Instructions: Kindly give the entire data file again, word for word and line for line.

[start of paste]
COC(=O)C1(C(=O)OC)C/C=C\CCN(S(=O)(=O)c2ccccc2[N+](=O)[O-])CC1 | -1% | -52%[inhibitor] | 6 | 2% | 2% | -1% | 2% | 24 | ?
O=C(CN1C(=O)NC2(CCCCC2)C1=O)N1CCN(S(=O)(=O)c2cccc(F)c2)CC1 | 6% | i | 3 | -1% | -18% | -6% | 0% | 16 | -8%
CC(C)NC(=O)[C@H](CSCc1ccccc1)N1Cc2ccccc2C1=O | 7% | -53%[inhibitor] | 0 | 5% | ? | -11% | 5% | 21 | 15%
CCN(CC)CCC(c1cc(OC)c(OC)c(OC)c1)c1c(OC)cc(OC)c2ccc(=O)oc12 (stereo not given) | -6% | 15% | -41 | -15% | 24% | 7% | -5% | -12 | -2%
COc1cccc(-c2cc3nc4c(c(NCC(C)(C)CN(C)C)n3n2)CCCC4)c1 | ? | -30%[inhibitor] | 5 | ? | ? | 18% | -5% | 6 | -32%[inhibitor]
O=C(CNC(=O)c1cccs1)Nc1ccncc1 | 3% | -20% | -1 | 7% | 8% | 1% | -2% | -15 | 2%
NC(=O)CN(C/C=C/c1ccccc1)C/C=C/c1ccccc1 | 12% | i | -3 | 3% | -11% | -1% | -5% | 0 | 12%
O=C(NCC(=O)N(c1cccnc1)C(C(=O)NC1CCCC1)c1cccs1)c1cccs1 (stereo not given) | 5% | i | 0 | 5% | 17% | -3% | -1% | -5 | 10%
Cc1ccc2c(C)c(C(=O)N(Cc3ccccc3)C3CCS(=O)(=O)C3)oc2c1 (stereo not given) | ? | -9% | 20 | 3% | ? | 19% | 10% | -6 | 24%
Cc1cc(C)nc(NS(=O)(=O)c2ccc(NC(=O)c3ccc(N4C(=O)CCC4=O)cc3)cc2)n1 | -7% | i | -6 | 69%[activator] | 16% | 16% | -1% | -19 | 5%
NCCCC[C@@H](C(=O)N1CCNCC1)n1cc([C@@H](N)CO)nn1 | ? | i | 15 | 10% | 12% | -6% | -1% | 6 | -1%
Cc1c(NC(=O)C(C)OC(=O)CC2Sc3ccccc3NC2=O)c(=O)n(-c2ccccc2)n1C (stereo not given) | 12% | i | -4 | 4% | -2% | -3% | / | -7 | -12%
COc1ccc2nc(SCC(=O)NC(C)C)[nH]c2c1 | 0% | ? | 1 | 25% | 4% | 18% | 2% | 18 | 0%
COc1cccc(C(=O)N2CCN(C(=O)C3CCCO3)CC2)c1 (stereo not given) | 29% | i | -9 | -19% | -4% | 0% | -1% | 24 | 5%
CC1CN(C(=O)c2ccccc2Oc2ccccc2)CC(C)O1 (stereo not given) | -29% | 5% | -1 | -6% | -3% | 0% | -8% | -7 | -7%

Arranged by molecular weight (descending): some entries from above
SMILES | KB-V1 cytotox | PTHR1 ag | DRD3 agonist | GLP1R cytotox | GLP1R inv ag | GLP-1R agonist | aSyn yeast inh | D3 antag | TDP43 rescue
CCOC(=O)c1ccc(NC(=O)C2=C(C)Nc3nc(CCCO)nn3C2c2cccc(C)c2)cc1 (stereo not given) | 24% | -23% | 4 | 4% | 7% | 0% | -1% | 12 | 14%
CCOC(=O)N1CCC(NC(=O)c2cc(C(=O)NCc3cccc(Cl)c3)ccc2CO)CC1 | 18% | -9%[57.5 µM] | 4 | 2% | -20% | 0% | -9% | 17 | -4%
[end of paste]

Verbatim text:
COC(=O)C1(C(=O)OC)C/C=C\CCN(S(=O)(=O)c2ccccc2[N+](=O)[O-])CC1 | -1% | -52%[inhibitor] | 6 | 2% | 2% | -1% | 2% | 24 | ?
O=C(CN1C(=O)NC2(CCCCC2)C1=O)N1CCN(S(=O)(=O)c2cccc(F)c2)CC1 | 6% | i | 3 | -1% | -18% | -6% | 0% | 16 | -8%
CC(C)NC(=O)[C@H](CSCc1ccccc1)N1Cc2ccccc2C1=O | 7% | -53%[inhibitor] | 0 | 5% | ? | -11% | 5% | 21 | 15%
CCN(CC)CCC(c1cc(OC)c(OC)c(OC)c1)c1c(OC)cc(OC)c2ccc(=O)oc12 (stereo not given) | -6% | 15% | -41 | -15% | 24% | 7% | -5% | -12 | -2%
COc1cccc(-c2cc3nc4c(c(NCC(C)(C)CN(C)C)n3n2)CCCC4)c1 | ? | -30%[inhibitor] | 5 | ? | ? | 18% | -5% | 6 | -32%[inhibitor]
O=C(CNC(=O)c1cccs1)Nc1ccncc1 | 3% | -20% | -1 | 7% | 8% | 1% | -2% | -15 | 2%
NC(=O)CN(C/C=C/c1ccccc1)C/C=C/c1ccccc1 | 12% | i | -3 | 3% | -11% | -1% | -5% | 0 | 12%
O=C(NCC(=O)N(c1cccnc1)C(C(=O)NC1CCCC1)c1cccs1)c1cccs1 (stereo not given) | 5% | i | 0 | 5% | 17% | -3% | -1% | -5 | 10%
Cc1ccc2c(C)c(C(=O)N(Cc3ccccc3)C3CCS(=O)(=O)C3)oc2c1 (stereo not given) | ? | -9% | 20 | 3% | ? | 19% | 10% | -6 | 24%
Cc1cc(C)nc(NS(=O)(=O)c2ccc(NC(=O)c3ccc(N4C(=O)CCC4=O)cc3)cc2)n1 | -7% | i | -6 | 69%[activator] | 16% | 16% | -1% | -19 | 5%
NCCCC[C@@H](C(=O)N1CCNCC1)n1cc([C@@H](N)CO)nn1 | ? | i | 15 | 10% | 12% | -6% | -1% | 6 | -1%
Cc1c(NC(=O)C(C)OC(=O)CC2Sc3ccccc3NC2=O)c(=O)n(-c2ccccc2)n1C (stereo not given) | 12% | i | -4 | 4% | -2% | -3% | / | -7 | -12%
COc1ccc2nc(SCC(=O)NC(C)C)[nH]c2c1 | 0% | ? | 1 | 25% | 4% | 18% | 2% | 18 | 0%
COc1cccc(C(=O)N2CCN(C(=O)C3CCCO3)CC2)c1 (stereo not given) | 29% | i | -9 | -19% | -4% | 0% | -1% | 24 | 5%
CC1CN(C(=O)c2ccccc2Oc2ccccc2)CC(C)O1 (stereo not given) | -29% | 5% | -1 | -6% | -3% | 0% | -8% | -7 | -7%

Arranged by molecular weight (descending): some entries from above
SMILES | KB-V1 cytotox | PTHR1 ag | DRD3 agonist | GLP1R cytotox | GLP1R inv ag | GLP-1R agonist | aSyn yeast inh | D3 antag | TDP43 rescue
CCOC(=O)c1ccc(NC(=O)C2=C(C)Nc3nc(CCCO)nn3C2c2cccc(C)c2)cc1 (stereo not given) | 24% | -23% | 4 | 4% | 7% | 0% | -1% | 12 | 14%
CCOC(=O)N1CCC(NC(=O)c2cc(C(=O)NCc3cccc(Cl)c3)ccc2CO)CC1 | 18% | -9%[57.5 µM] | 4 | 2% | -20% | 0% | -9% | 17 | -4%